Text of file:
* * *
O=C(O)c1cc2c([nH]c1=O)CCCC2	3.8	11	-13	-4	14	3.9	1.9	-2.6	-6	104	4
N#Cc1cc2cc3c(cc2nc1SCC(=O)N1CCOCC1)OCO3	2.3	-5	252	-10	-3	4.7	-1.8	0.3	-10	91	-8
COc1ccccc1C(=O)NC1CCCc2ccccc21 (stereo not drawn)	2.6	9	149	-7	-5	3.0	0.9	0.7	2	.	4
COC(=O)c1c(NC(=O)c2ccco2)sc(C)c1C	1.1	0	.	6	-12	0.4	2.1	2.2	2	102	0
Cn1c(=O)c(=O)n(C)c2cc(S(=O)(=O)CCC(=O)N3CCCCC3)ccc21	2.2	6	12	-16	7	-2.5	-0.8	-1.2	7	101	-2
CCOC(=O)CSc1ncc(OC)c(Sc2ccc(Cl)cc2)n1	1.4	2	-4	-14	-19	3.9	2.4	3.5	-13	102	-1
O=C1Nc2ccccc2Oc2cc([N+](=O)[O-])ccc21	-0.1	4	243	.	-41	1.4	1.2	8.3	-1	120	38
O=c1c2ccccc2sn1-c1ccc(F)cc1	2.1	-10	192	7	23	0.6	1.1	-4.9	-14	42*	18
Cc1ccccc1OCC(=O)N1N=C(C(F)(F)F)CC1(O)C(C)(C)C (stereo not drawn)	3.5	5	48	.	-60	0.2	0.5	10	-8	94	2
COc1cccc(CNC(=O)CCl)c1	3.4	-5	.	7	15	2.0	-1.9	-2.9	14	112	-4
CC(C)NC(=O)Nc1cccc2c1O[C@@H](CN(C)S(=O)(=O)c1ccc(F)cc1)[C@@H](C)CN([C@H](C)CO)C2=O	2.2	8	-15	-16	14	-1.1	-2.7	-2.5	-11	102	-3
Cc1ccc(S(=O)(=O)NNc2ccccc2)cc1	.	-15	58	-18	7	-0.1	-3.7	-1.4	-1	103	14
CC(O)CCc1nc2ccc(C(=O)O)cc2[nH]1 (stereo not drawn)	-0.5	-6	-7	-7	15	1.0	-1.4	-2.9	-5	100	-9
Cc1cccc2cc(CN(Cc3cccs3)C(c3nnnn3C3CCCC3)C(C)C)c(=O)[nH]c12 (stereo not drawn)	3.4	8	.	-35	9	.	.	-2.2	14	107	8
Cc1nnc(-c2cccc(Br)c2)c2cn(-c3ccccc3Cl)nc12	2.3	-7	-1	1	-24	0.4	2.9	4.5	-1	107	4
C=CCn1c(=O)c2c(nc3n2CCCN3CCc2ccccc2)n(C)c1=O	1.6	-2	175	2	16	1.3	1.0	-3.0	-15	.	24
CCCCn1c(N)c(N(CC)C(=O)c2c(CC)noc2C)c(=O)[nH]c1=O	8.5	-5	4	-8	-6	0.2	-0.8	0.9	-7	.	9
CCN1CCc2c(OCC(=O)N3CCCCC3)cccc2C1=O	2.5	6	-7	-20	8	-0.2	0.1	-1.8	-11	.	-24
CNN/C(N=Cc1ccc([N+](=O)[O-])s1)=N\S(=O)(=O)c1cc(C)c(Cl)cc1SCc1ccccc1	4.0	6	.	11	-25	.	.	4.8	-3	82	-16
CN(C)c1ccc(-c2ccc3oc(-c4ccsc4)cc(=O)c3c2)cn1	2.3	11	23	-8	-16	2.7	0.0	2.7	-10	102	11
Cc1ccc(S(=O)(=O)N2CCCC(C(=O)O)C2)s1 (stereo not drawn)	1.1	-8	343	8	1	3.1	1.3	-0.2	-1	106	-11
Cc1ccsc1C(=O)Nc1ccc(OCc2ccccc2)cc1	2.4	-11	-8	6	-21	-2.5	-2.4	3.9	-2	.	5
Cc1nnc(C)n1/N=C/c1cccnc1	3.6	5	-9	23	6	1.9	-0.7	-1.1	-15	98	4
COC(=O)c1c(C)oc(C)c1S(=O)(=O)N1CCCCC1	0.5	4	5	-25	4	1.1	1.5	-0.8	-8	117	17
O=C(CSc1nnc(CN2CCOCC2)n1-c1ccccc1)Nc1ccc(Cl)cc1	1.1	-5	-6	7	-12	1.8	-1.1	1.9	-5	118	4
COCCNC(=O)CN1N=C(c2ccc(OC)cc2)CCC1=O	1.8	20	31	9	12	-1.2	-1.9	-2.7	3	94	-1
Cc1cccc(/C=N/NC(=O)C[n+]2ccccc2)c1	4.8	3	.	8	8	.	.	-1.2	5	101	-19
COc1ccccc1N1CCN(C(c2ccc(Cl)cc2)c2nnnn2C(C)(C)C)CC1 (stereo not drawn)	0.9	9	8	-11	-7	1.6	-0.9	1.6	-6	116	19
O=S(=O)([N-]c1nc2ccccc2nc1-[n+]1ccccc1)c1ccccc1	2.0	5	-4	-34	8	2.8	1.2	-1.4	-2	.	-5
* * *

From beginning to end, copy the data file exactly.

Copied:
O=C(O)c1cc2c([nH]c1=O)CCCC2	3.8	11	-13	-4	14	3.9	1.9	-2.6	-6	104	4
N#Cc1cc2cc3c(cc2nc1SCC(=O)N1CCOCC1)OCO3	2.3	-5	252	-10	-3	4.7	-1.8	0.3	-10	91	-8
COc1ccccc1C(=O)NC1CCCc2ccccc21 (stereo not drawn)	2.6	9	149	-7	-5	3.0	0.9	0.7	2	.	4
COC(=O)c1c(NC(=O)c2ccco2)sc(C)c1C	1.1	0	.	6	-12	0.4	2.1	2.2	2	102	0
Cn1c(=O)c(=O)n(C)c2cc(S(=O)(=O)CCC(=O)N3CCCCC3)ccc21	2.2	6	12	-16	7	-2.5	-0.8	-1.2	7	101	-2
CCOC(=O)CSc1ncc(OC)c(Sc2ccc(Cl)cc2)n1	1.4	2	-4	-14	-19	3.9	2.4	3.5	-13	102	-1
O=C1Nc2ccccc2Oc2cc([N+](=O)[O-])ccc21	-0.1	4	243	.	-41	1.4	1.2	8.3	-1	120	38
O=c1c2ccccc2sn1-c1ccc(F)cc1	2.1	-10	192	7	23	0.6	1.1	-4.9	-14	42*	18
Cc1ccccc1OCC(=O)N1N=C(C(F)(F)F)CC1(O)C(C)(C)C (stereo not drawn)	3.5	5	48	.	-60	0.2	0.5	10	-8	94	2
COc1cccc(CNC(=O)CCl)c1	3.4	-5	.	7	15	2.0	-1.9	-2.9	14	112	-4
CC(C)NC(=O)Nc1cccc2c1O[C@@H](CN(C)S(=O)(=O)c1ccc(F)cc1)[C@@H](C)CN([C@H](C)CO)C2=O	2.2	8	-15	-16	14	-1.1	-2.7	-2.5	-11	102	-3
Cc1ccc(S(=O)(=O)NNc2ccccc2)cc1	.	-15	58	-18	7	-0.1	-3.7	-1.4	-1	103	14
CC(O)CCc1nc2ccc(C(=O)O)cc2[nH]1 (stereo not drawn)	-0.5	-6	-7	-7	15	1.0	-1.4	-2.9	-5	100	-9
Cc1cccc2cc(CN(Cc3cccs3)C(c3nnnn3C3CCCC3)C(C)C)c(=O)[nH]c12 (stereo not drawn)	3.4	8	.	-35	9	.	.	-2.2	14	107	8
Cc1nnc(-c2cccc(Br)c2)c2cn(-c3ccccc3Cl)nc12	2.3	-7	-1	1	-24	0.4	2.9	4.5	-1	107	4
C=CCn1c(=O)c2c(nc3n2CCCN3CCc2ccccc2)n(C)c1=O	1.6	-2	175	2	16	1.3	1.0	-3.0	-15	.	24
CCCCn1c(N)c(N(CC)C(=O)c2c(CC)noc2C)c(=O)[nH]c1=O	8.5	-5	4	-8	-6	0.2	-0.8	0.9	-7	.	9
CCN1CCc2c(OCC(=O)N3CCCCC3)cccc2C1=O	2.5	6	-7	-20	8	-0.2	0.1	-1.8	-11	.	-24
CNN/C(N=Cc1ccc([N+](=O)[O-])s1)=N\S(=O)(=O)c1cc(C)c(Cl)cc1SCc1ccccc1	4.0	6	.	11	-25	.	.	4.8	-3	82	-16
CN(C)c1ccc(-c2ccc3oc(-c4ccsc4)cc(=O)c3c2)cn1	2.3	11	23	-8	-16	2.7	0.0	2.7	-10	102	11
Cc1ccc(S(=O)(=O)N2CCCC(C(=O)O)C2)s1 (stereo not drawn)	1.1	-8	343	8	1	3.1	1.3	-0.2	-1	106	-11
Cc1ccsc1C(=O)Nc1ccc(OCc2ccccc2)cc1	2.4	-11	-8	6	-21	-2.5	-2.4	3.9	-2	.	5
Cc1nnc(C)n1/N=C/c1cccnc1	3.6	5	-9	23	6	1.9	-0.7	-1.1	-15	98	4
COC(=O)c1c(C)oc(C)c1S(=O)(=O)N1CCCCC1	0.5	4	5	-25	4	1.1	1.5	-0.8	-8	117	17
O=C(CSc1nnc(CN2CCOCC2)n1-c1ccccc1)Nc1ccc(Cl)cc1	1.1	-5	-6	7	-12	1.8	-1.1	1.9	-5	118	4
COCCNC(=O)CN1N=C(c2ccc(OC)cc2)CCC1=O	1.8	20	31	9	12	-1.2	-1.9	-2.7	3	94	-1
Cc1cccc(/C=N/NC(=O)C[n+]2ccccc2)c1	4.8	3	.	8	8	.	.	-1.2	5	101	-19
COc1ccccc1N1CCN(C(c2ccc(Cl)cc2)c2nnnn2C(C)(C)C)CC1 (stereo not drawn)	0.9	9	8	-11	-7	1.6	-0.9	1.6	-6	116	19
O=S(=O)([N-]c1nc2ccccc2nc1-[n+]1ccccc1)c1ccccc1	2.0	5	-4	-34	8	2.8	1.2	-1.4	-2	.	-5